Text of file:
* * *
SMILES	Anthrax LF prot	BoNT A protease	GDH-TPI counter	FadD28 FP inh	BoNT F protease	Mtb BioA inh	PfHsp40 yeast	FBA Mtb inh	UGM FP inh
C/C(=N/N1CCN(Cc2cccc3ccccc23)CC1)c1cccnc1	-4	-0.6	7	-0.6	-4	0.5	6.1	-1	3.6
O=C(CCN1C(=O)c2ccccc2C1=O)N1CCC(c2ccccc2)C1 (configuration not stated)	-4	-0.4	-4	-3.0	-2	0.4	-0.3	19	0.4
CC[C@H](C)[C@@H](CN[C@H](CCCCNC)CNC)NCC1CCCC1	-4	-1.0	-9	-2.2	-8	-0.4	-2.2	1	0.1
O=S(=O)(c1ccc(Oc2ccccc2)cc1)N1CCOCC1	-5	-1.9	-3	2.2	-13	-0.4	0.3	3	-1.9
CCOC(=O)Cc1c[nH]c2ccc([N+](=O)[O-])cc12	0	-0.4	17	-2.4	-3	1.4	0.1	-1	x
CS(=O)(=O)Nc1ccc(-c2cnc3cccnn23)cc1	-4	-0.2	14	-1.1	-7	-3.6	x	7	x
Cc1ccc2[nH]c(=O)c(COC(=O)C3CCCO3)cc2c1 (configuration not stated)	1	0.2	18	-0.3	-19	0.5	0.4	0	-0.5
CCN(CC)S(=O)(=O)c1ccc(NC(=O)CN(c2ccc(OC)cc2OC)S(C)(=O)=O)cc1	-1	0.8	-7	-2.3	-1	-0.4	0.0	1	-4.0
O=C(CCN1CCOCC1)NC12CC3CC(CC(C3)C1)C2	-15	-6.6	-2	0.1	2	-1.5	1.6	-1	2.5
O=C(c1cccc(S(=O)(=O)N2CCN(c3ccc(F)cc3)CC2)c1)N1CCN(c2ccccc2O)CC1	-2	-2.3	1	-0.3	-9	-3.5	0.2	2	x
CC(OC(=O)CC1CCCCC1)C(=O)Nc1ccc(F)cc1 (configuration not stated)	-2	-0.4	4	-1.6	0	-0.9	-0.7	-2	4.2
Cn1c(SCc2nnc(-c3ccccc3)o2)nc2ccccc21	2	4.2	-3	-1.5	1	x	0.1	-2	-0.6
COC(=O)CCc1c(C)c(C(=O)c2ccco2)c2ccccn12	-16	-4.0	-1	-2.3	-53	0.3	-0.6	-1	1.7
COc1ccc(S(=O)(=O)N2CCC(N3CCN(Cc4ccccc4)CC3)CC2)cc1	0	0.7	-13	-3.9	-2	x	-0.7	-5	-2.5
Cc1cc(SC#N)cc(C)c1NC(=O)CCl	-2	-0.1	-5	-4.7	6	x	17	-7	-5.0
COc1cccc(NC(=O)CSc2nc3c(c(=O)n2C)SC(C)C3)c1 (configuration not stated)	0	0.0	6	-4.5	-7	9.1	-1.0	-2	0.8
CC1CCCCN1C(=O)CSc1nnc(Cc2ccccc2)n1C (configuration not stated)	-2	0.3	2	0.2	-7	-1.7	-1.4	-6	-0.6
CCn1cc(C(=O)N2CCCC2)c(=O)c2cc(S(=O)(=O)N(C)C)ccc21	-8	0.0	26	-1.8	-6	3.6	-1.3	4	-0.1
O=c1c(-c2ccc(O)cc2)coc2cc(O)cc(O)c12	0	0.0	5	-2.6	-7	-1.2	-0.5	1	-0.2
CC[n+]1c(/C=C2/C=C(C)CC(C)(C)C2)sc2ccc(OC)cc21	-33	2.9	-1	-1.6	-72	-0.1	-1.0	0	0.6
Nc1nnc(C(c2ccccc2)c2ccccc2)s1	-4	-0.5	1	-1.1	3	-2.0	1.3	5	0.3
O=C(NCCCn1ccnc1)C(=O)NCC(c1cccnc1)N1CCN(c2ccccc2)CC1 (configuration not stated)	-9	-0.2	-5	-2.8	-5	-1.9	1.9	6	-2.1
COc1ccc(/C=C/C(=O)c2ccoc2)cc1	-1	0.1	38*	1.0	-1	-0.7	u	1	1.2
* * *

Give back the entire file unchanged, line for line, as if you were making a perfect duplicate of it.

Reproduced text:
SMILES	Anthrax LF prot	BoNT A protease	GDH-TPI counter	FadD28 FP inh	BoNT F protease	Mtb BioA inh	PfHsp40 yeast	FBA Mtb inh	UGM FP inh
C/C(=N/N1CCN(Cc2cccc3ccccc23)CC1)c1cccnc1	-4	-0.6	7	-0.6	-4	0.5	6.1	-1	3.6
O=C(CCN1C(=O)c2ccccc2C1=O)N1CCC(c2ccccc2)C1 (configuration not stated)	-4	-0.4	-4	-3.0	-2	0.4	-0.3	19	0.4
CC[C@H](C)[C@@H](CN[C@H](CCCCNC)CNC)NCC1CCCC1	-4	-1.0	-9	-2.2	-8	-0.4	-2.2	1	0.1
O=S(=O)(c1ccc(Oc2ccccc2)cc1)N1CCOCC1	-5	-1.9	-3	2.2	-13	-0.4	0.3	3	-1.9
CCOC(=O)Cc1c[nH]c2ccc([N+](=O)[O-])cc12	0	-0.4	17	-2.4	-3	1.4	0.1	-1	x
CS(=O)(=O)Nc1ccc(-c2cnc3cccnn23)cc1	-4	-0.2	14	-1.1	-7	-3.6	x	7	x
Cc1ccc2[nH]c(=O)c(COC(=O)C3CCCO3)cc2c1 (configuration not stated)	1	0.2	18	-0.3	-19	0.5	0.4	0	-0.5
CCN(CC)S(=O)(=O)c1ccc(NC(=O)CN(c2ccc(OC)cc2OC)S(C)(=O)=O)cc1	-1	0.8	-7	-2.3	-1	-0.4	0.0	1	-4.0
O=C(CCN1CCOCC1)NC12CC3CC(CC(C3)C1)C2	-15	-6.6	-2	0.1	2	-1.5	1.6	-1	2.5
O=C(c1cccc(S(=O)(=O)N2CCN(c3ccc(F)cc3)CC2)c1)N1CCN(c2ccccc2O)CC1	-2	-2.3	1	-0.3	-9	-3.5	0.2	2	x
CC(OC(=O)CC1CCCCC1)C(=O)Nc1ccc(F)cc1 (configuration not stated)	-2	-0.4	4	-1.6	0	-0.9	-0.7	-2	4.2
Cn1c(SCc2nnc(-c3ccccc3)o2)nc2ccccc21	2	4.2	-3	-1.5	1	x	0.1	-2	-0.6
COC(=O)CCc1c(C)c(C(=O)c2ccco2)c2ccccn12	-16	-4.0	-1	-2.3	-53	0.3	-0.6	-1	1.7
COc1ccc(S(=O)(=O)N2CCC(N3CCN(Cc4ccccc4)CC3)CC2)cc1	0	0.7	-13	-3.9	-2	x	-0.7	-5	-2.5
Cc1cc(SC#N)cc(C)c1NC(=O)CCl	-2	-0.1	-5	-4.7	6	x	17	-7	-5.0
COc1cccc(NC(=O)CSc2nc3c(c(=O)n2C)SC(C)C3)c1 (configuration not stated)	0	0.0	6	-4.5	-7	9.1	-1.0	-2	0.8
CC1CCCCN1C(=O)CSc1nnc(Cc2ccccc2)n1C (configuration not stated)	-2	0.3	2	0.2	-7	-1.7	-1.4	-6	-0.6
CCn1cc(C(=O)N2CCCC2)c(=O)c2cc(S(=O)(=O)N(C)C)ccc21	-8	0.0	26	-1.8	-6	3.6	-1.3	4	-0.1
O=c1c(-c2ccc(O)cc2)coc2cc(O)cc(O)c12	0	0.0	5	-2.6	-7	-1.2	-0.5	1	-0.2
CC[n+]1c(/C=C2/C=C(C)CC(C)(C)C2)sc2ccc(OC)cc21	-33	2.9	-1	-1.6	-72	-0.1	-1.0	0	0.6
Nc1nnc(C(c2ccccc2)c2ccccc2)s1	-4	-0.5	1	-1.1	3	-2.0	1.3	5	0.3
O=C(NCCCn1ccnc1)C(=O)NCC(c1cccnc1)N1CCN(c2ccccc2)CC1 (configuration not stated)	-9	-0.2	-5	-2.8	-5	-1.9	1.9	6	-2.1
COc1ccc(/C=C/C(=O)c2ccoc2)cc1	-1	0.1	38*	1.0	-1	-0.7	u	1	1.2